Texas Wildflower Drought
April 25, 2011 | 12:04 pm
We lived in Texas for four years while continuing our college educations. When moving from the Midwest to the South, I had no idea I would fall in love…with wildflowers. More specifically, the Texas bluebonnets and their sidekick the Indian paintbrush. The pair brings color to the Texas landscape with breath-taking intensity. Each spring they display beauty along the Texas highways and fields.
Their uniqueness and brightness inspire all prideful parents to plop their kids in a patch along highways and in ditches. Being a new mom, I did the same thing. This picture of my oldest daughter was taken eight years ago.
Since moving back to the Midwest, I have longed to take my girls back to have a portrait taken of them walking through a field of bluebonnets. I wanted a timeless portrait, capturing their youth and innocence forever.
I begged, pleaded and negotiated with my dear husband! I persuasively stated that this was the year for the portrait! He finally agreed, and I got busy. In a short week, I had everything planned – the photographer, location, dresses and a date. Well, I thought I had a prefect plan until I began hearing about a drought! As a result of the severe drought, the wildflowers I had been dreaming about were fading fast.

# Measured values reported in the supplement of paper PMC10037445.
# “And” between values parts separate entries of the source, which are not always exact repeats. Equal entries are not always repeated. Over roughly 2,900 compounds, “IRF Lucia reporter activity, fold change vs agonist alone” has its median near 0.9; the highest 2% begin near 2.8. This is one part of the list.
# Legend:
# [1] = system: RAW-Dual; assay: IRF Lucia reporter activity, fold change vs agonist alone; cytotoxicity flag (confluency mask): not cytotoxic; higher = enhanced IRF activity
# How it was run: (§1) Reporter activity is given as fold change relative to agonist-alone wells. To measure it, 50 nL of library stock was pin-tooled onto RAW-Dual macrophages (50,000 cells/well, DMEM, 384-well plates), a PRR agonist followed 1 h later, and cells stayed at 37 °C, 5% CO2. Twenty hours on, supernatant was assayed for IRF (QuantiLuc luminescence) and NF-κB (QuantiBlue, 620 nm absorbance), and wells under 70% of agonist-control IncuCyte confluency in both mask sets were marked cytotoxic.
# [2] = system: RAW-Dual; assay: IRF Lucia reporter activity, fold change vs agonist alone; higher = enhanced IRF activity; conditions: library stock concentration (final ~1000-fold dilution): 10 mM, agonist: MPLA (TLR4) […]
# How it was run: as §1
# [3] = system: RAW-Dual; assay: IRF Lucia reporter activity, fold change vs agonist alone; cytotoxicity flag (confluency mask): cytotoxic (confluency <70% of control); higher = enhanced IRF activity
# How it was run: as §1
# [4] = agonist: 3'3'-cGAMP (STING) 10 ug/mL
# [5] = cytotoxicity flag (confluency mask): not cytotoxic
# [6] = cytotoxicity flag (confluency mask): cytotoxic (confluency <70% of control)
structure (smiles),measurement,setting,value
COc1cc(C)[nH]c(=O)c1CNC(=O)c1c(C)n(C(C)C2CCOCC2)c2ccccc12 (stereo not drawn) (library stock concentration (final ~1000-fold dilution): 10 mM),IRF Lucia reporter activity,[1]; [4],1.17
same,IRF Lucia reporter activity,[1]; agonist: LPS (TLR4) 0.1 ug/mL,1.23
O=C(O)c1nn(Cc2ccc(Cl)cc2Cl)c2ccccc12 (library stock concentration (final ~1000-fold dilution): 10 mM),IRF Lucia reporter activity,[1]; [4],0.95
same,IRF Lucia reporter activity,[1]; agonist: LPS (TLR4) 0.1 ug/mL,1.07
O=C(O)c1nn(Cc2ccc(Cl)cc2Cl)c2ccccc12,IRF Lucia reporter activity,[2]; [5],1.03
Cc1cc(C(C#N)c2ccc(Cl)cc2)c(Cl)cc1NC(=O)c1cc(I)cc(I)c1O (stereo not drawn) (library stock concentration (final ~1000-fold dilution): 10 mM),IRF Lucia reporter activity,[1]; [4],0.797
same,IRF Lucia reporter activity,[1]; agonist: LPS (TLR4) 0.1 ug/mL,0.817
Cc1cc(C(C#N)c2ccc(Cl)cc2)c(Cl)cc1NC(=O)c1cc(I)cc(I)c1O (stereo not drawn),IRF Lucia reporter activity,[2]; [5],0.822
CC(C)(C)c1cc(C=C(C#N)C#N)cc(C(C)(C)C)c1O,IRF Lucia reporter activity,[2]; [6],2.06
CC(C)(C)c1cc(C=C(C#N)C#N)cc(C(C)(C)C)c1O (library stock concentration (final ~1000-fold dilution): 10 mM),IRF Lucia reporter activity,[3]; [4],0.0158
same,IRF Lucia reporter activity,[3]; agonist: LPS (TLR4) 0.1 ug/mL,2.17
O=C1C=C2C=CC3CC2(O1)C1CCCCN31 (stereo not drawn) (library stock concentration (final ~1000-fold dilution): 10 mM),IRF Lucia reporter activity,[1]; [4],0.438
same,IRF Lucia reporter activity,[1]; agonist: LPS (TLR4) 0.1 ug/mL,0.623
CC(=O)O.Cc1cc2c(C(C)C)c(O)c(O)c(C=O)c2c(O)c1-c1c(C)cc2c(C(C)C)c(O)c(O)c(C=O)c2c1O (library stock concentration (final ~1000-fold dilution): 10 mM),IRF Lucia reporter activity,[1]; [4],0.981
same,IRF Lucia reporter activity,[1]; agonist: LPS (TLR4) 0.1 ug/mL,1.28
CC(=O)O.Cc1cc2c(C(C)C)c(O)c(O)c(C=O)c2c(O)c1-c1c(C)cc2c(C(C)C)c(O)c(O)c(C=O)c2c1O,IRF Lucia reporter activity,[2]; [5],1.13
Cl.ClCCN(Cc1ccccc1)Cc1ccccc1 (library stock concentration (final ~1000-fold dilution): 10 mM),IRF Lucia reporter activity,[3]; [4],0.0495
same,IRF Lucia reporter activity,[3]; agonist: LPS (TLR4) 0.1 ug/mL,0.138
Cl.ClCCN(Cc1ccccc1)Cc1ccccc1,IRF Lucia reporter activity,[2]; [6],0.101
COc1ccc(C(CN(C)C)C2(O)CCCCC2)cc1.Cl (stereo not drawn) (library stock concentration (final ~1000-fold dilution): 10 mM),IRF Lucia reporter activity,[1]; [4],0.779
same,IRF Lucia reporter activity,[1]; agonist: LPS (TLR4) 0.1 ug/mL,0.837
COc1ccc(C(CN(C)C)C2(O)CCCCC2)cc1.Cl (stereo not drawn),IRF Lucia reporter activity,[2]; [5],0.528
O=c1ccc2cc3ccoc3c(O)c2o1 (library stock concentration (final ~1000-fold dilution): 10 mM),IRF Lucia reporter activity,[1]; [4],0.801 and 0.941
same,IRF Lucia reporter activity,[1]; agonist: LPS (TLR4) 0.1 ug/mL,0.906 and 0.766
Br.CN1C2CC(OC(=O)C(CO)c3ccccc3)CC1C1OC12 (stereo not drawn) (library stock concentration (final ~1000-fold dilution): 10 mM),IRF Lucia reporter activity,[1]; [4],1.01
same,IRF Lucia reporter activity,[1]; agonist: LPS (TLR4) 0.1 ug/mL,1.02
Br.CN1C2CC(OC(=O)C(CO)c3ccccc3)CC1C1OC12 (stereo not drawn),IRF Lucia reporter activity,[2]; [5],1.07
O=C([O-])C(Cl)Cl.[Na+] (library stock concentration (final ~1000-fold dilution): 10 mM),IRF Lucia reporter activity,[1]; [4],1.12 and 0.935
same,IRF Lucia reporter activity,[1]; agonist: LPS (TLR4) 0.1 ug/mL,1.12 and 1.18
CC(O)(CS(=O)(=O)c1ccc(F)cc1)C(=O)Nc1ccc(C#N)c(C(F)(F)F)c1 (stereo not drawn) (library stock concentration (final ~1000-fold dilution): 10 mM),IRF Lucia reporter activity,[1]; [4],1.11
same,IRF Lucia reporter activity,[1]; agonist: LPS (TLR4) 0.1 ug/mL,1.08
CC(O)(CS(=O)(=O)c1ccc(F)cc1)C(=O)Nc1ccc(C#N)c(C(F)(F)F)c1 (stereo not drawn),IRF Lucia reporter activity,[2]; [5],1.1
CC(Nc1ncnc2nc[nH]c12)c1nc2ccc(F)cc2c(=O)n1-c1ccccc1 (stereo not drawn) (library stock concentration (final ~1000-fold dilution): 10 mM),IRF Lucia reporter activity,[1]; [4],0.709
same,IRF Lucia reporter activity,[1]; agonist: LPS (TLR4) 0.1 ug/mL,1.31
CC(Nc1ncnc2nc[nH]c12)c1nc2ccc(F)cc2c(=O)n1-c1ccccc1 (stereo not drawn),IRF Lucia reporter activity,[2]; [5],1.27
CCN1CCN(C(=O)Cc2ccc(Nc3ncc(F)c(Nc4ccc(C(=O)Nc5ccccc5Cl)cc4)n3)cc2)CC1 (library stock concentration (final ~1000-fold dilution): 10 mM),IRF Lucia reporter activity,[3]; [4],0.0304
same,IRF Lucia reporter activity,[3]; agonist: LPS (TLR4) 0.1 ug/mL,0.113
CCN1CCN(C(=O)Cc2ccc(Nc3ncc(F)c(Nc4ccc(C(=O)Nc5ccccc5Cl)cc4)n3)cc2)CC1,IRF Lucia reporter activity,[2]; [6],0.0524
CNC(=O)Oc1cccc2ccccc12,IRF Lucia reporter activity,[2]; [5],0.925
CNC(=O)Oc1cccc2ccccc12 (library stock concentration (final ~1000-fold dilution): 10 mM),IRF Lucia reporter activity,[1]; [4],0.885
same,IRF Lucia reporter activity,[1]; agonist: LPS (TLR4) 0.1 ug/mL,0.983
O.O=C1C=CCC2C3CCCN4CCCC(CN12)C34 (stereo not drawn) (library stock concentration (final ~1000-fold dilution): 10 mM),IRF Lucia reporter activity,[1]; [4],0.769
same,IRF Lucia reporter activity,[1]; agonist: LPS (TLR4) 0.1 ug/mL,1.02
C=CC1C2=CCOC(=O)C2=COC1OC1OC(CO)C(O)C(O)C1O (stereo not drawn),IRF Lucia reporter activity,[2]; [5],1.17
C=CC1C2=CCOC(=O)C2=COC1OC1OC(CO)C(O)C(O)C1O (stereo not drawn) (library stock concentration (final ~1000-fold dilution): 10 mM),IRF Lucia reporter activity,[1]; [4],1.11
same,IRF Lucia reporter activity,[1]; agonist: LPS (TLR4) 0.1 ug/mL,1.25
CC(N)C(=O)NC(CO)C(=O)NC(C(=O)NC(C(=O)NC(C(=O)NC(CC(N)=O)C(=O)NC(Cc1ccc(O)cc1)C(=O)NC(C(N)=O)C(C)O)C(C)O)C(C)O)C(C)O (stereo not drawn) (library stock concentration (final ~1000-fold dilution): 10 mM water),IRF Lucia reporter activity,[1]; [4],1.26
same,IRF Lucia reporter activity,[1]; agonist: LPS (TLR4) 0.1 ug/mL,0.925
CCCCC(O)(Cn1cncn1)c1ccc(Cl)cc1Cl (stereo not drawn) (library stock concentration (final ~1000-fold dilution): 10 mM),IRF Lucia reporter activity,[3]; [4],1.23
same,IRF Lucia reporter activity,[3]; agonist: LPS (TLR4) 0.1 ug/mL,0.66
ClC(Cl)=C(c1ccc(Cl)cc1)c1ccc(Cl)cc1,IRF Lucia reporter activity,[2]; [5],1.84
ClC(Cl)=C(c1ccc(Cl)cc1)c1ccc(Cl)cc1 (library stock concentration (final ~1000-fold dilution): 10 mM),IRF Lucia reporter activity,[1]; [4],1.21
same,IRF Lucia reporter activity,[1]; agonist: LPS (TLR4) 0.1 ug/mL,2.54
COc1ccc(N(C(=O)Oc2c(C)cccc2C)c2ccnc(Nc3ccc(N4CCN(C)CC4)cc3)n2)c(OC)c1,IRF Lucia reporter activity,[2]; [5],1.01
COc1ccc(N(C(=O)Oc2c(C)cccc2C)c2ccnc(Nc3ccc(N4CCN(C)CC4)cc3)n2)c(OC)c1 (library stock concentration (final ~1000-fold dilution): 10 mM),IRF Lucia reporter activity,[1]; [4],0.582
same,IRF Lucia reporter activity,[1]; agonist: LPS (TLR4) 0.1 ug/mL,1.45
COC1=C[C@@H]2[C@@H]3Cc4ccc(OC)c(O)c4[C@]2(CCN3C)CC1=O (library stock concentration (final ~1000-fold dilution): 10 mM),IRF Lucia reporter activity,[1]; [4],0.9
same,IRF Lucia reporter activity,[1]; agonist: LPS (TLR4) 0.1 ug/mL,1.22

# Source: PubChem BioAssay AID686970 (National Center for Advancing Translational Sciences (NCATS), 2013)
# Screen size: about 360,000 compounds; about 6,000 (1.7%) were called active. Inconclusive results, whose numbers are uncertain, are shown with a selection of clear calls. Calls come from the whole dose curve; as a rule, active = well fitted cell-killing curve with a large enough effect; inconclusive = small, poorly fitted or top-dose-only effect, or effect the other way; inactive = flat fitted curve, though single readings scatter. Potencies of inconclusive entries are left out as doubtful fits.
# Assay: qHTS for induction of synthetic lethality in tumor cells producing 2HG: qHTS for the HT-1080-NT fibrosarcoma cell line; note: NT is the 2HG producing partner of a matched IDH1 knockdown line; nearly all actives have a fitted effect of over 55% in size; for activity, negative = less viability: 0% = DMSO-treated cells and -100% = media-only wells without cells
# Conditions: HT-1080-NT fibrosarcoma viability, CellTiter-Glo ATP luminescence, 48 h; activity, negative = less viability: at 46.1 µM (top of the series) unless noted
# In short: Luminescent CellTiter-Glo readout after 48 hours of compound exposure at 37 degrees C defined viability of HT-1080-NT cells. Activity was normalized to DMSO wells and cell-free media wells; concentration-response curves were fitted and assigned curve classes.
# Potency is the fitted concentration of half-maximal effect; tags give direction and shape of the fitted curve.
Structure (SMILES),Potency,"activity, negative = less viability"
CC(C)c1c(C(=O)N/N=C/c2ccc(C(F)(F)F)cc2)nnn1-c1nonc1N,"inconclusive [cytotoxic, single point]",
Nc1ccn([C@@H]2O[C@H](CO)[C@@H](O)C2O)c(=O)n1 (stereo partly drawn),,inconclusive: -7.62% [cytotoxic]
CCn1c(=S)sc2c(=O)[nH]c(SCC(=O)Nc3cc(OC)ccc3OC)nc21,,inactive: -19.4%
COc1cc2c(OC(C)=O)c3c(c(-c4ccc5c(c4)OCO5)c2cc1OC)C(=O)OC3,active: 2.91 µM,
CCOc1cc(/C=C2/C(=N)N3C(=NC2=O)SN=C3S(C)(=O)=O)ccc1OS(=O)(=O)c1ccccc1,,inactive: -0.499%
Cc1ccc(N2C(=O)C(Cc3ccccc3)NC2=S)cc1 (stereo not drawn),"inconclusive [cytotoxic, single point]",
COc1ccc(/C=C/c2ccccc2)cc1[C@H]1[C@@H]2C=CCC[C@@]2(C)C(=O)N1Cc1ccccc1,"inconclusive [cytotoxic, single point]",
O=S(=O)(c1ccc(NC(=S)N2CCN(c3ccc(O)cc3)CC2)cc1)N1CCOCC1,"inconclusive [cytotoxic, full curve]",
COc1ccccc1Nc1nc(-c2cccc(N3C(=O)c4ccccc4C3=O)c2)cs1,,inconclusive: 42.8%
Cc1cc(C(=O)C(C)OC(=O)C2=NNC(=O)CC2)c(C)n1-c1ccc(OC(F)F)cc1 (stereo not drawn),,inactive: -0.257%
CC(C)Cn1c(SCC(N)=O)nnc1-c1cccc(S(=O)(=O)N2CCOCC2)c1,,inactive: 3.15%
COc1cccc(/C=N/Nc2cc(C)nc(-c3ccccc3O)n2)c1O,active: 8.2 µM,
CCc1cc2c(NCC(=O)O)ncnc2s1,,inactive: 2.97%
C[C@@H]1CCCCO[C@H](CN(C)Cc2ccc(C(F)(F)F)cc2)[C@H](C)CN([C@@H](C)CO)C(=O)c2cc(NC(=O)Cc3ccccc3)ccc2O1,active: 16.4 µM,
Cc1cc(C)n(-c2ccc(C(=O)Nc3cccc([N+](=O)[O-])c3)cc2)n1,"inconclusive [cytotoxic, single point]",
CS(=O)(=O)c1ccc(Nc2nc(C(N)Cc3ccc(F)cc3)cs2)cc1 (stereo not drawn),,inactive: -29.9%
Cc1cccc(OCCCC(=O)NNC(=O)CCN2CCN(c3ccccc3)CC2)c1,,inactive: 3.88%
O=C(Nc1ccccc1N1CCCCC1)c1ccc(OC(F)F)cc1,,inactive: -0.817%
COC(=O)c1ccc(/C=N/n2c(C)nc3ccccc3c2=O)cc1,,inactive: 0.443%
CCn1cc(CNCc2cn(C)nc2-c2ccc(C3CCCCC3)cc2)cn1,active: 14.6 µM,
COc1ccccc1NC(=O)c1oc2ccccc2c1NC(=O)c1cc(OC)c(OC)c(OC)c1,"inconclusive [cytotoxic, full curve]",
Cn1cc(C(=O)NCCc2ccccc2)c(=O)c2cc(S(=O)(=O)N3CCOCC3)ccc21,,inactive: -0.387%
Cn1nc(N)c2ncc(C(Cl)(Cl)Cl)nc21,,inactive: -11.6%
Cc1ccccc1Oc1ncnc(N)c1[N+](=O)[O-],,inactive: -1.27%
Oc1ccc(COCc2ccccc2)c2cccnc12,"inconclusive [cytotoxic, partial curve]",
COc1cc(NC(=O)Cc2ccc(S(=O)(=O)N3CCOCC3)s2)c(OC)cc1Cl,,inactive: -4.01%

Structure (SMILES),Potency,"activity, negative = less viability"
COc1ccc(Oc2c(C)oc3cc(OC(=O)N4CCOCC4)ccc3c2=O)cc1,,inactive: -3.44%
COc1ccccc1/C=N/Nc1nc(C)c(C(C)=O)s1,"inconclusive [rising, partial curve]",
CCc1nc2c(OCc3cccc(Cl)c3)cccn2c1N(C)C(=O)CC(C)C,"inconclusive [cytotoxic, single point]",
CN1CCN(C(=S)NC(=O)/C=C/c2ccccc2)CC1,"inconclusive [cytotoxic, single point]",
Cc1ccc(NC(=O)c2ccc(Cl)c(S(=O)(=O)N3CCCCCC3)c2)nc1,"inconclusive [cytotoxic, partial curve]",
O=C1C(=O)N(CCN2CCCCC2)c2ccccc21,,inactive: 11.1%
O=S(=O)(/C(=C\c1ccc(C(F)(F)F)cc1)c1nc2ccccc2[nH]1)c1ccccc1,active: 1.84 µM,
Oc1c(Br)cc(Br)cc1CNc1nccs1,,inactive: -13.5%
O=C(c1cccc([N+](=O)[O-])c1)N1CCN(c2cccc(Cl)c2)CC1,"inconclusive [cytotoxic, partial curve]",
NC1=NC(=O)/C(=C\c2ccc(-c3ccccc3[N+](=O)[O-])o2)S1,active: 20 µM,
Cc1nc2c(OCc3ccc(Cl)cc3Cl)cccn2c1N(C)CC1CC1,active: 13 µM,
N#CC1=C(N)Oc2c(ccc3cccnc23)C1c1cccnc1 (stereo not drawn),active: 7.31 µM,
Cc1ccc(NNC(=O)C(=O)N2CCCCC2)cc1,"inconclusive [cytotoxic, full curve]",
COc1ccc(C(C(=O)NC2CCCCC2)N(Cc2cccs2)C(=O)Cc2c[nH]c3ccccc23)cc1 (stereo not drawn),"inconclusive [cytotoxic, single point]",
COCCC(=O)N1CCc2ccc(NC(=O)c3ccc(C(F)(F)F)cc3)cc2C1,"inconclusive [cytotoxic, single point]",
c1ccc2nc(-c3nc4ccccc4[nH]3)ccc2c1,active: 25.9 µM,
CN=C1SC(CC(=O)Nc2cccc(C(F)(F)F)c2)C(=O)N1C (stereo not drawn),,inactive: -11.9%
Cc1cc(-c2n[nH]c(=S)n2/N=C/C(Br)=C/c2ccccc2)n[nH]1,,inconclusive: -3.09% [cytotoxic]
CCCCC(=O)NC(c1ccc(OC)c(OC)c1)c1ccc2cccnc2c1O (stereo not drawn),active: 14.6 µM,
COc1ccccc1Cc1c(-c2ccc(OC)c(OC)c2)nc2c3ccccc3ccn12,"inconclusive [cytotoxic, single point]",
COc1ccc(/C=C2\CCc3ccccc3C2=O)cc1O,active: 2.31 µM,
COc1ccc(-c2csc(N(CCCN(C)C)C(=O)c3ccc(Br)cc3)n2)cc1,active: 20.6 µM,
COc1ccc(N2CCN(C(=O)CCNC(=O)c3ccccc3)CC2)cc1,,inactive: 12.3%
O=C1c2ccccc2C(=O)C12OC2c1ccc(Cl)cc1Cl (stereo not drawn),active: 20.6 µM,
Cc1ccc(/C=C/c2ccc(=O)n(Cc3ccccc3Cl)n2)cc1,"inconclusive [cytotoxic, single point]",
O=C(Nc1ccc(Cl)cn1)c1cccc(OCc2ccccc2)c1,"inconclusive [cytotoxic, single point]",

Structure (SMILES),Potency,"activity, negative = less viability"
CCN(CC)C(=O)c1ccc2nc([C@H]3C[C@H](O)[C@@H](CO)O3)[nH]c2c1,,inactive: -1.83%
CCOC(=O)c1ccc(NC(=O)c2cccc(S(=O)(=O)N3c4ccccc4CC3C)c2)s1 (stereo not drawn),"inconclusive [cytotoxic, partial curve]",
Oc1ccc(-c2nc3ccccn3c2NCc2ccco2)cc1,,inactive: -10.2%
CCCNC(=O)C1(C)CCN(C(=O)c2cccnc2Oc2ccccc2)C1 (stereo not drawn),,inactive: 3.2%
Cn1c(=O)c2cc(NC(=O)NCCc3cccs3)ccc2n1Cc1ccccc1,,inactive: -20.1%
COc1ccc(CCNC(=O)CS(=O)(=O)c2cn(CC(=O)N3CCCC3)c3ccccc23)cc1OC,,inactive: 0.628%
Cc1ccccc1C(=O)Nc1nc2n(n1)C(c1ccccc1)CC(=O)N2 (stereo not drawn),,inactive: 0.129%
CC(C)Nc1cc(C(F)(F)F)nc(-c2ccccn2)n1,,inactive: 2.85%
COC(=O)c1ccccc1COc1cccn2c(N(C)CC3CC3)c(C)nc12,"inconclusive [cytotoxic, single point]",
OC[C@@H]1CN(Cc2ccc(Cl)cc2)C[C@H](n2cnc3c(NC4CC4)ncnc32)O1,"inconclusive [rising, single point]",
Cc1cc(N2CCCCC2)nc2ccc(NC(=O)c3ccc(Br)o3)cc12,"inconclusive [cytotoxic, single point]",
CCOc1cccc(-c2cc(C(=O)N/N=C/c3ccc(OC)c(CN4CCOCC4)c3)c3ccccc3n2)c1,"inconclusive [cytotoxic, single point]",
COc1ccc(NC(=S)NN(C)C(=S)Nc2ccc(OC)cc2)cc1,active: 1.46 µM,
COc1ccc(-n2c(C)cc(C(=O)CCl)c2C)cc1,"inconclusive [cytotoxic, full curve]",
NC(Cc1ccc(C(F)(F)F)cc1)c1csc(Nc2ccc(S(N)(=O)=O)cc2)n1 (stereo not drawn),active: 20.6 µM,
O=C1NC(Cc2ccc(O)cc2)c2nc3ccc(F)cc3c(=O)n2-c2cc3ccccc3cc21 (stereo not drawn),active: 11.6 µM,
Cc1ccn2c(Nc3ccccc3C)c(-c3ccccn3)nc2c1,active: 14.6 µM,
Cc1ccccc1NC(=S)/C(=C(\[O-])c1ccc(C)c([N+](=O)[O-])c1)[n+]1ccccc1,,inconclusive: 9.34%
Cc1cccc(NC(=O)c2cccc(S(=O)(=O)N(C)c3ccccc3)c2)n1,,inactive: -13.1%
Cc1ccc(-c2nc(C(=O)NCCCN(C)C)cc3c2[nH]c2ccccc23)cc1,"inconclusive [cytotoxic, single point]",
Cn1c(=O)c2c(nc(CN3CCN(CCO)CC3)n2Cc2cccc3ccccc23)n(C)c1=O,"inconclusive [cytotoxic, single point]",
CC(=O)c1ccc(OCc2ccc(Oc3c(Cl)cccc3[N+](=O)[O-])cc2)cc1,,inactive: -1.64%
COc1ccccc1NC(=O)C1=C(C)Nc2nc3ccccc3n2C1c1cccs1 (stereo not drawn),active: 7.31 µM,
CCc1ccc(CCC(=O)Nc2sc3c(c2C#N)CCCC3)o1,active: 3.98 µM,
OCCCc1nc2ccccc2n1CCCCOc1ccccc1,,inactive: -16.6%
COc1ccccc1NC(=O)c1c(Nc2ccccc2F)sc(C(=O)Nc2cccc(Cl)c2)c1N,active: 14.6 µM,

I quickly typed an email to our photographer, who was in the Netherlands on a photo shoot for two weeks. Once he returned, this was his response:
“Dee, I have been to Brenham, Hempstead, Navasota, Caldwell, Independence, College Station, Bryan, Millican, Welbourne, and I cannot find even one bluebonnet left. I wrote several of my photographer friends to see if they knew where any were, no one knew. We are in one of the worst droughts we have seen here in many many years. I guess we need to wait until next year. Let’s start a bit earlier next year. I am sorry!”
I’m sorry, too! “Darn Drought,” I quickly posted on Facebook! This drought withered up my plans and put me in a foul mood! I quickly assessed the situation and realized that waiting one more year wouldn’t be that bad.
I am a farmer’s daughter and know firsthand the effects of drought! Drought ruined only one weekend for me. A farmer’s entire livelihood is altered by drought. Every year, farmers faithfully plant their seeds, nurture with nutrients and cultivation. Then they tune into the weather forecast. Much of their success is completely out of their control: too much, too little, too hot, too cold!
Ultimately we are all affected by drought, from the farmer, to the retailer, to you the consumer. Lest I forget to mention the wildlife, whose habitat, water and food are severely limited during drought. We are all at the mercy of the weather.
Providing the drought ends this year, I’m already working on next year’s plan. I’m negotiating with our friends in Texas to water an entire field of bluebonnets for me. I wonder what that will cost…